ECOSOC Chamber, United Nations Headquarters
New York – Friday, 31 October, 2014 – 9.30 am
Your Excellency Mr. Sam Kahamba Kutesa ,President of the 69th session of the United Nations General Assembly,
Your Excellency, Ambassador María Emma Mejía Vélez, Permanent Representative of Colombia to the United Nations and Vice President of the UN Economic and Social Council,
Your Excellency, Ambassador Sebastiano Cardi, Permanent Representative of Italy to the United Nations,
Your Excellency, Ambassador Liu Jieyi, Permanent Representative of the Popular Republic of China to the United Nations,
Ladies and Gentlemen,
In my role of High Representative of the United Nations Alliance of Civilizations, I am very honoured to co-host the first World Cities Day together with UN-Habitat, the Permanent Mission of Italy and the Permanent mission of China to the United Nations.
In 2005, when the United Nations Alliance of Civilizations was created with the aim of countering polarization and extremism by promoting tolerance and cultural diversity within and among societies, most of the world population was living in the countryside.
Today, only 9 years later, for the first time in human history, more than half of the world’s population is recorded to be living in towns and cities. This number is constantly on the rise and is expected to reach almost five billion by 2030.
Given their very nature, complex geographical areas with a very high concentration of diversity, cities are the spaces where many of today’s challenges are faced for the first time. World leaders often watch carefully the ways that cities manage their challenges because local administrators can identify solutions that can be scaled up to meet national and international challenges.
Managing diversity is therefore a day-to-day challenge for local authorities. Global public debate has addressed the issue of the environmental, economic and demographic sustainability of cities. However, cultural and religious dimensions are a crucial element of this equation.
A sustainable city is one where communities with different cultural and religious backgrounds are able to contribute to the well-being of their own societies. As migrants from different cultural and religious backgrounds should contribute to the well-being of these cities, sustainable cities must also empower migrants by giving them equal opportunities and support for their social integration.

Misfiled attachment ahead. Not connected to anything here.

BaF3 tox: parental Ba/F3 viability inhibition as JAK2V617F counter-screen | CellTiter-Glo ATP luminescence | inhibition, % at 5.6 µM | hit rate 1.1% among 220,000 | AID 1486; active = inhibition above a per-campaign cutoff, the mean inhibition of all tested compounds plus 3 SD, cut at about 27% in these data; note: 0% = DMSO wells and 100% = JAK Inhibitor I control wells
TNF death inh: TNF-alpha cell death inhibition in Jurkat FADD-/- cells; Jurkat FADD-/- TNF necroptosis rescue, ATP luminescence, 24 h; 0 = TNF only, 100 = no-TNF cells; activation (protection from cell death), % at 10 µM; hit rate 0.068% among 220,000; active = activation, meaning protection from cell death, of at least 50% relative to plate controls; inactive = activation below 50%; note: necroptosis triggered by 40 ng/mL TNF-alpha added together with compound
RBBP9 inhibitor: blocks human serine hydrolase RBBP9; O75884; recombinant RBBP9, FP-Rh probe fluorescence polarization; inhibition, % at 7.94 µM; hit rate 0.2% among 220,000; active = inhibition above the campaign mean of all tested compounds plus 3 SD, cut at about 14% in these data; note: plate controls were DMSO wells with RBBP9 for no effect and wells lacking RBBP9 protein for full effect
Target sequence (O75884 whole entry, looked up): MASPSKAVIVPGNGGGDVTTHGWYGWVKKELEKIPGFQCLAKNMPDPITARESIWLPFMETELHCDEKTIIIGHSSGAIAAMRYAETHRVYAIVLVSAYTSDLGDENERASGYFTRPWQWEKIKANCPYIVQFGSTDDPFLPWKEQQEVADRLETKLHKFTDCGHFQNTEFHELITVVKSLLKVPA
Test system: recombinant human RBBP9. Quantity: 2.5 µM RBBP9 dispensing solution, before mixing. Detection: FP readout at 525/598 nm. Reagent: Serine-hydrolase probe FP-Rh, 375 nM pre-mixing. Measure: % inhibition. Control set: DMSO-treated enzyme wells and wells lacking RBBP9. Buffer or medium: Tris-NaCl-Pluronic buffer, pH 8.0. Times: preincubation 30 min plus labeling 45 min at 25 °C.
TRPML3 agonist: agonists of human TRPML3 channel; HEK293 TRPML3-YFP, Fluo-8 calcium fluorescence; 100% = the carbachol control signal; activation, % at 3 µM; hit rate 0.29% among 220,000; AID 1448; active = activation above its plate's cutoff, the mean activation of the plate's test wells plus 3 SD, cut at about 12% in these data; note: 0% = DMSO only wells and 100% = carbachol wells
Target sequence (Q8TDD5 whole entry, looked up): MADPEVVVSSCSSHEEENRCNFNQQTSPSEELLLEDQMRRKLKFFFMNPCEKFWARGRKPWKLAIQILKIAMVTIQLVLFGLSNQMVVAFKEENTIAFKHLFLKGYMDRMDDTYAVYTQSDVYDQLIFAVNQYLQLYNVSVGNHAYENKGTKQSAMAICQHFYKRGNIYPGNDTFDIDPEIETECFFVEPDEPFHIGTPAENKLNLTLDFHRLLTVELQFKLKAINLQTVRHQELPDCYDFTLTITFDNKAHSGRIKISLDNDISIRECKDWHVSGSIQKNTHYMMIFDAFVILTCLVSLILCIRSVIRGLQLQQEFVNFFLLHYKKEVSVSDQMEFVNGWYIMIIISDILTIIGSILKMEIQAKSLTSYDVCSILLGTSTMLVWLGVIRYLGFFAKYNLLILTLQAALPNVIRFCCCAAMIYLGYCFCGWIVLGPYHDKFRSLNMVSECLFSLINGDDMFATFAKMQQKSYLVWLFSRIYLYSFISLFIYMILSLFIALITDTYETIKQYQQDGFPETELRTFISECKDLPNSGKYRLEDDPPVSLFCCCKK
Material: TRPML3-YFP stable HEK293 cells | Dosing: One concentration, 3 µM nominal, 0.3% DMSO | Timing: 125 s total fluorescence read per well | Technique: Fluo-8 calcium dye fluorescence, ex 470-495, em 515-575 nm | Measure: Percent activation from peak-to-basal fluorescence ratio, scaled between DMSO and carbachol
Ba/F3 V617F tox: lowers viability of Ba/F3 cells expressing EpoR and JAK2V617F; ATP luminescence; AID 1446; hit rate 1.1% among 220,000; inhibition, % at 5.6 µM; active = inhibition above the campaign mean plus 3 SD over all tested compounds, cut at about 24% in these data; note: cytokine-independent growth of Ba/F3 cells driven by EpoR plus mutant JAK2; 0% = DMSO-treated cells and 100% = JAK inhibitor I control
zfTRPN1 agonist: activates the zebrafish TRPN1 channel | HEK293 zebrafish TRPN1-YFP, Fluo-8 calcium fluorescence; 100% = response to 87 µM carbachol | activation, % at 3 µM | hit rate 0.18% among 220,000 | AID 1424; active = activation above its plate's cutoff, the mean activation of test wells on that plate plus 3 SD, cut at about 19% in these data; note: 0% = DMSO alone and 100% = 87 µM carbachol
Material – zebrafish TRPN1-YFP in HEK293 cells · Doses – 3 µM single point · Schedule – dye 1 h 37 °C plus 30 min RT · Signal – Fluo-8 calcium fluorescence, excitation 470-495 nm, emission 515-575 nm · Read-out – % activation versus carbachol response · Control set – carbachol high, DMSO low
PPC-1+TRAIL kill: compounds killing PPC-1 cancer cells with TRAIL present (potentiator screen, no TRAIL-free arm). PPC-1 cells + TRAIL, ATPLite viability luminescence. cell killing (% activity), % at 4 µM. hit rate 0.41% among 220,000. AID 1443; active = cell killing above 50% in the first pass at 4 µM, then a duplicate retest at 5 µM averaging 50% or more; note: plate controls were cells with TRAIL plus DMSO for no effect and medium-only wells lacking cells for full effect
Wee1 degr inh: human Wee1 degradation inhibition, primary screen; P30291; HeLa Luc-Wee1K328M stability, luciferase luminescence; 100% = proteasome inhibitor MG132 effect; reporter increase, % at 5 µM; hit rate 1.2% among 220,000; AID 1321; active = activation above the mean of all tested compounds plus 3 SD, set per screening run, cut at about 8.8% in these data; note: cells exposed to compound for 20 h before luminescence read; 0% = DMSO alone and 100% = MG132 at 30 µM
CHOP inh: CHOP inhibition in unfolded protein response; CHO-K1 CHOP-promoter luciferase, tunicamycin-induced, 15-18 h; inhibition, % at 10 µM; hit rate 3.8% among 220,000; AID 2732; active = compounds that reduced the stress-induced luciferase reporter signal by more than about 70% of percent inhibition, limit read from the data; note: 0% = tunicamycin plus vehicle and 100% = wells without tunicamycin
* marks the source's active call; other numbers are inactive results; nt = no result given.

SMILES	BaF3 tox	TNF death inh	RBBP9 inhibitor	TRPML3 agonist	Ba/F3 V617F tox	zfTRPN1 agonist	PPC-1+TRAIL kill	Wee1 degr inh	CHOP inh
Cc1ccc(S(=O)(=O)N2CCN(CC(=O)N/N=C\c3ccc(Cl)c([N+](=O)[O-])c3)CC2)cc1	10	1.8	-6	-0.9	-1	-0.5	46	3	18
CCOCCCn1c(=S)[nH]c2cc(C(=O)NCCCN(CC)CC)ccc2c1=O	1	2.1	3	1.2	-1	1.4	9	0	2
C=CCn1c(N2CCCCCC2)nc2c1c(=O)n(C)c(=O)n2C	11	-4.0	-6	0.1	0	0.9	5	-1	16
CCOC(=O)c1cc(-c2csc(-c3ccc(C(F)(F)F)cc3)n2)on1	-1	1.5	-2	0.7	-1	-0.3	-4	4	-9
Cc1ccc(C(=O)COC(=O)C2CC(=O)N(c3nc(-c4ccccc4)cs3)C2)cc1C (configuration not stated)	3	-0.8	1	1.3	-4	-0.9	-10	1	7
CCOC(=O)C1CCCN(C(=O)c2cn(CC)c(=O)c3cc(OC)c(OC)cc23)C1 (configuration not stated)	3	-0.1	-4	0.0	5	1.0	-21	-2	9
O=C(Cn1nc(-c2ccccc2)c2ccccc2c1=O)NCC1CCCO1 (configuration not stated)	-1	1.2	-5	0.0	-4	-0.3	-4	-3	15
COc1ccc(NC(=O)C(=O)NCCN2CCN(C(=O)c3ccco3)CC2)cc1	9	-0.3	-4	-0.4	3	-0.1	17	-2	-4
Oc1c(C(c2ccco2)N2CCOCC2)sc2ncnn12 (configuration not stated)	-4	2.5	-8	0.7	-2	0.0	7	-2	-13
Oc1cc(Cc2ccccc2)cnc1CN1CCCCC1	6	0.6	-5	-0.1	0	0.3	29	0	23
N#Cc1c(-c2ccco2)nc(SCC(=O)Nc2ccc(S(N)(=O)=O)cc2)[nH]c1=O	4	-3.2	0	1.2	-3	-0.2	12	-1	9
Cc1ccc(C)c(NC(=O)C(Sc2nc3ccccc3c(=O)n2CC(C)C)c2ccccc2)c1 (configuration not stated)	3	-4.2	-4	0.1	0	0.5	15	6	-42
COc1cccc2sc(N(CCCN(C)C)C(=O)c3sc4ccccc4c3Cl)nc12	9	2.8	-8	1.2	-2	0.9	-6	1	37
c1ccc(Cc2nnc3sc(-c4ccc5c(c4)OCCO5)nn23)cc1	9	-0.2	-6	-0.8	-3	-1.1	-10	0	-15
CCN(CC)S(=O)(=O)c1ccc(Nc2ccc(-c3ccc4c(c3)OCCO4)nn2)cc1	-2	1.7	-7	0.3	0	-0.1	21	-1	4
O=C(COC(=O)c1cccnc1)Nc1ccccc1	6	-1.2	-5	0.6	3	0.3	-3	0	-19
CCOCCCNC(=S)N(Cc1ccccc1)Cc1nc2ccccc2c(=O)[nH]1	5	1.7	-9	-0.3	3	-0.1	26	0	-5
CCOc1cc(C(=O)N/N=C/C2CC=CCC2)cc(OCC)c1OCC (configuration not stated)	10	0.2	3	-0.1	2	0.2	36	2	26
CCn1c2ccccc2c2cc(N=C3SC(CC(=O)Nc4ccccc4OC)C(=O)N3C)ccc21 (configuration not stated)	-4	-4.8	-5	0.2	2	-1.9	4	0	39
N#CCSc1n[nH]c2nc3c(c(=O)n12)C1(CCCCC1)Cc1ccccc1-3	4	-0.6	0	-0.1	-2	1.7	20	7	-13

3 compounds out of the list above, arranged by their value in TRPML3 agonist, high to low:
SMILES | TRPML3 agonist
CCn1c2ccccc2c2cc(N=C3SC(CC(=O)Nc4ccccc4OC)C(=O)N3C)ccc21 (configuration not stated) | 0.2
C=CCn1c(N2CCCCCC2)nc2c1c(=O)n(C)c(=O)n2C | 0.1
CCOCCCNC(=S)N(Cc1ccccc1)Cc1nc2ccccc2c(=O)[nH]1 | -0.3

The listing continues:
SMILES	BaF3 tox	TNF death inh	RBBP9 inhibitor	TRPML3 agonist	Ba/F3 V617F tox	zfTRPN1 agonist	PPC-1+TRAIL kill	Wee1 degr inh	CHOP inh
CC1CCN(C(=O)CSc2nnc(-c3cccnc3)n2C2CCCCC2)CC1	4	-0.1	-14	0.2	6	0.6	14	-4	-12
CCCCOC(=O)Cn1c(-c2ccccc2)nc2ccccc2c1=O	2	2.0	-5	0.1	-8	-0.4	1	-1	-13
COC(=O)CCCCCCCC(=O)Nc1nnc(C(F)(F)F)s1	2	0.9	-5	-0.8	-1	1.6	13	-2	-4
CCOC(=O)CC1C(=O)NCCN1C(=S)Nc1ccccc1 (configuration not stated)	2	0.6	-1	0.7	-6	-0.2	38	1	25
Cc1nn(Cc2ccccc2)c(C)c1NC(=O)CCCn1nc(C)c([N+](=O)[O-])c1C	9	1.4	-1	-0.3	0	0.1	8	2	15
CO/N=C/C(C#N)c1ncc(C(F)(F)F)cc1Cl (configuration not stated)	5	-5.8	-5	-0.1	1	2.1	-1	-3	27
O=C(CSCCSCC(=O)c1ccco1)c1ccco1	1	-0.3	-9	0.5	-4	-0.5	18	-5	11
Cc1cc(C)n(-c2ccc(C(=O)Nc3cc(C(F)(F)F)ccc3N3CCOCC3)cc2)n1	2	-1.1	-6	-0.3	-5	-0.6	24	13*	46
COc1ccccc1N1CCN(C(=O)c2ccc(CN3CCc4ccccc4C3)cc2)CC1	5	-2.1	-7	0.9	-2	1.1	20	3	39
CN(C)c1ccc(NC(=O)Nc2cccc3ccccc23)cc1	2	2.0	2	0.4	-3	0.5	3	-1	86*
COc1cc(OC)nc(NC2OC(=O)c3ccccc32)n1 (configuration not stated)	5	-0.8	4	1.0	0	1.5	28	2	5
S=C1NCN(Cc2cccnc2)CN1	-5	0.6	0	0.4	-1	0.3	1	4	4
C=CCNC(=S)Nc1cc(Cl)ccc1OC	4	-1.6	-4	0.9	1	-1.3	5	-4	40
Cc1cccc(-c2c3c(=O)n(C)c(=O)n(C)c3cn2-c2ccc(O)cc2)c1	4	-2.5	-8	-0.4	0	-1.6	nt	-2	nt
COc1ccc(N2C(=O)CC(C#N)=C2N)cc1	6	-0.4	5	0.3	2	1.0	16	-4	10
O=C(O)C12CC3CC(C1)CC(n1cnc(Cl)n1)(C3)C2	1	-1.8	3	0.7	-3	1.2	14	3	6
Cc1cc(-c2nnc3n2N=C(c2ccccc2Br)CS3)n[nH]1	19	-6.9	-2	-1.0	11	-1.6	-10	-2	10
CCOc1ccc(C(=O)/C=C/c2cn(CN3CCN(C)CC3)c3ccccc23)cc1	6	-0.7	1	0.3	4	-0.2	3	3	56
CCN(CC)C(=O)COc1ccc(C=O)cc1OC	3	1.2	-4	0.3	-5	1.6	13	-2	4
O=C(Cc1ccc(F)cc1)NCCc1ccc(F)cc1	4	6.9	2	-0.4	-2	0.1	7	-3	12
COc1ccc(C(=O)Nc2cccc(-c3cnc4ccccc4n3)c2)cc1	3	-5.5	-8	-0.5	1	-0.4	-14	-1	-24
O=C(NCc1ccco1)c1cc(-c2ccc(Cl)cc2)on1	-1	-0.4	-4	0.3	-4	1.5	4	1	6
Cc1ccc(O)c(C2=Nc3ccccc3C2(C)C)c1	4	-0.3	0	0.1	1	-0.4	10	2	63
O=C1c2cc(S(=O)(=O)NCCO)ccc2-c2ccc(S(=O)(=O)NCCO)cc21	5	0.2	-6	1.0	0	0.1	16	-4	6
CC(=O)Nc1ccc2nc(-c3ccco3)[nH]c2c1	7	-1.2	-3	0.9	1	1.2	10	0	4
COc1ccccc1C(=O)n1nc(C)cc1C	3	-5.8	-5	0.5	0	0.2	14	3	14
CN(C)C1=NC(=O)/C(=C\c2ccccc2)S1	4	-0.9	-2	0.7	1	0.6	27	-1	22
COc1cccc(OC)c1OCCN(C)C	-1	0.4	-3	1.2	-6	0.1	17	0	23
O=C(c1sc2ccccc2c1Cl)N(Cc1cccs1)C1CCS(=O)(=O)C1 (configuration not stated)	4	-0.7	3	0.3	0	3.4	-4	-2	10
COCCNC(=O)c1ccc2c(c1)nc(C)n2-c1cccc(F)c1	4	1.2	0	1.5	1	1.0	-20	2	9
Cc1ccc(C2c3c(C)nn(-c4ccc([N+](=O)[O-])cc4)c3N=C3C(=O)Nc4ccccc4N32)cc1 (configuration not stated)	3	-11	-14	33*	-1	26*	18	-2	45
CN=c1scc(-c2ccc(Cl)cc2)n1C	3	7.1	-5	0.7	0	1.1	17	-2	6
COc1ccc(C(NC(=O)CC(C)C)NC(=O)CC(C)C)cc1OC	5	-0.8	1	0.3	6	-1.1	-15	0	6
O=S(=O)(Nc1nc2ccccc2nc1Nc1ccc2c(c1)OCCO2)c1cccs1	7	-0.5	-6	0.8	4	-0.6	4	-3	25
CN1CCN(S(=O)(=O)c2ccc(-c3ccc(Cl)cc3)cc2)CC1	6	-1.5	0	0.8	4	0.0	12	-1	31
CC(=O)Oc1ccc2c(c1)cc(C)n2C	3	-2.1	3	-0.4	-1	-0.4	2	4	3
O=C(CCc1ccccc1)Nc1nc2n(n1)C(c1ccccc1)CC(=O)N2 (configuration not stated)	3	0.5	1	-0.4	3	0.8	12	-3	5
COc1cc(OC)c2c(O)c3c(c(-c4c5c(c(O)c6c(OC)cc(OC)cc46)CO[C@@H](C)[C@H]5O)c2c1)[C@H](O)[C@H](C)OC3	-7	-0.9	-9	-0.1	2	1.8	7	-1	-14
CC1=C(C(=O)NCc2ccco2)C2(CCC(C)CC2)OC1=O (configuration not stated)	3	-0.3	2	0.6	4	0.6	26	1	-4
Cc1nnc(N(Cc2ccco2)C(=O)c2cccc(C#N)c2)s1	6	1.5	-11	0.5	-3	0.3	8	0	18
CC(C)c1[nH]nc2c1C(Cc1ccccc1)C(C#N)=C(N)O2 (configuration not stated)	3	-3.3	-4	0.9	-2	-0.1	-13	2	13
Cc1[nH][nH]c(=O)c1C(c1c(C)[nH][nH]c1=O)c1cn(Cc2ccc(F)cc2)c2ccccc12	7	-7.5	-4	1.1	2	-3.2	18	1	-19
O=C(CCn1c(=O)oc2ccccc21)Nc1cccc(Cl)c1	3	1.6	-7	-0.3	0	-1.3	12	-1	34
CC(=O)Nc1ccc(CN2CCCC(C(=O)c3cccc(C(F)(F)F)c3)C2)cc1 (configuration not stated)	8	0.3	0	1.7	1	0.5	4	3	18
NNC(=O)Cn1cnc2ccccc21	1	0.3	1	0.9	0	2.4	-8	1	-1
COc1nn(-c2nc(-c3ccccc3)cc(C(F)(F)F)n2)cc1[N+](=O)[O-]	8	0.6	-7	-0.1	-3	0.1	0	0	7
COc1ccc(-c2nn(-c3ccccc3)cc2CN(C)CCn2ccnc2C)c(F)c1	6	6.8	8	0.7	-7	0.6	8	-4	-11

Historically, urban spaces have been the theatre of segregation and artificial separation that have been sources of violence and for long-lasting pain. Minorities and migrants have been at times limited in their freedom to select housing, resulting in the development of ghettos, their use of public transportation has been restricted. In short, they have been treated as second class citizens.
Today, the international community is well aware of the pain suffered by minorities and migrants in the past. However, issues posed by concentrated urban contexts remain a challenge for most local administrators around the world.
The riots that suddenly hit some European cities in 2005 and 2011 reminded us that marginalization could produce violent and irrational phenomenon.
The lesson we draw from what happened then is that in an era of unprecedented mobility, migration and the resulting growth in cultural and ethnic diversity have become key topics of debate on a global but also a local level.
International Organizations, national and regional governments, and civil society are all engaged in dialogues on how to address the issue of integration at the city level, ensuring that communities are establishing the right initiatives to support the successful integration of migrants into host societies.
The UN Economic and Social Council is the entity that officially deals with civil society organizations within the UN system. I am therefore pleased to see that in this ECOSOC Chamber today there is a good number of civil society organizations represented.
The United Nations Alliance of Civilizations relies on civil society organizations in order to listen to suggestions that can be scalable and replicable in other contexts. Some of the partners we are honored to collaborate with, such as CRT Foundation and as well some of the youth who are participating in our programmes, Entrepreneurs for Social Change and the Youth Solidarity Fund, will showcase some good practices of social inclusion in urban settings.
However, my message goes to all present in this room. The United Nations Alliance of Civilizations is an open laboratory of ideas that bridge successful civil society activities with the highest political and institutional level.
We are therefore eager to listen to other case studies and best practices, which can be an opportunity of mutual learning for all.
I thank you all for your attention and I wish you a successful continuation of this event.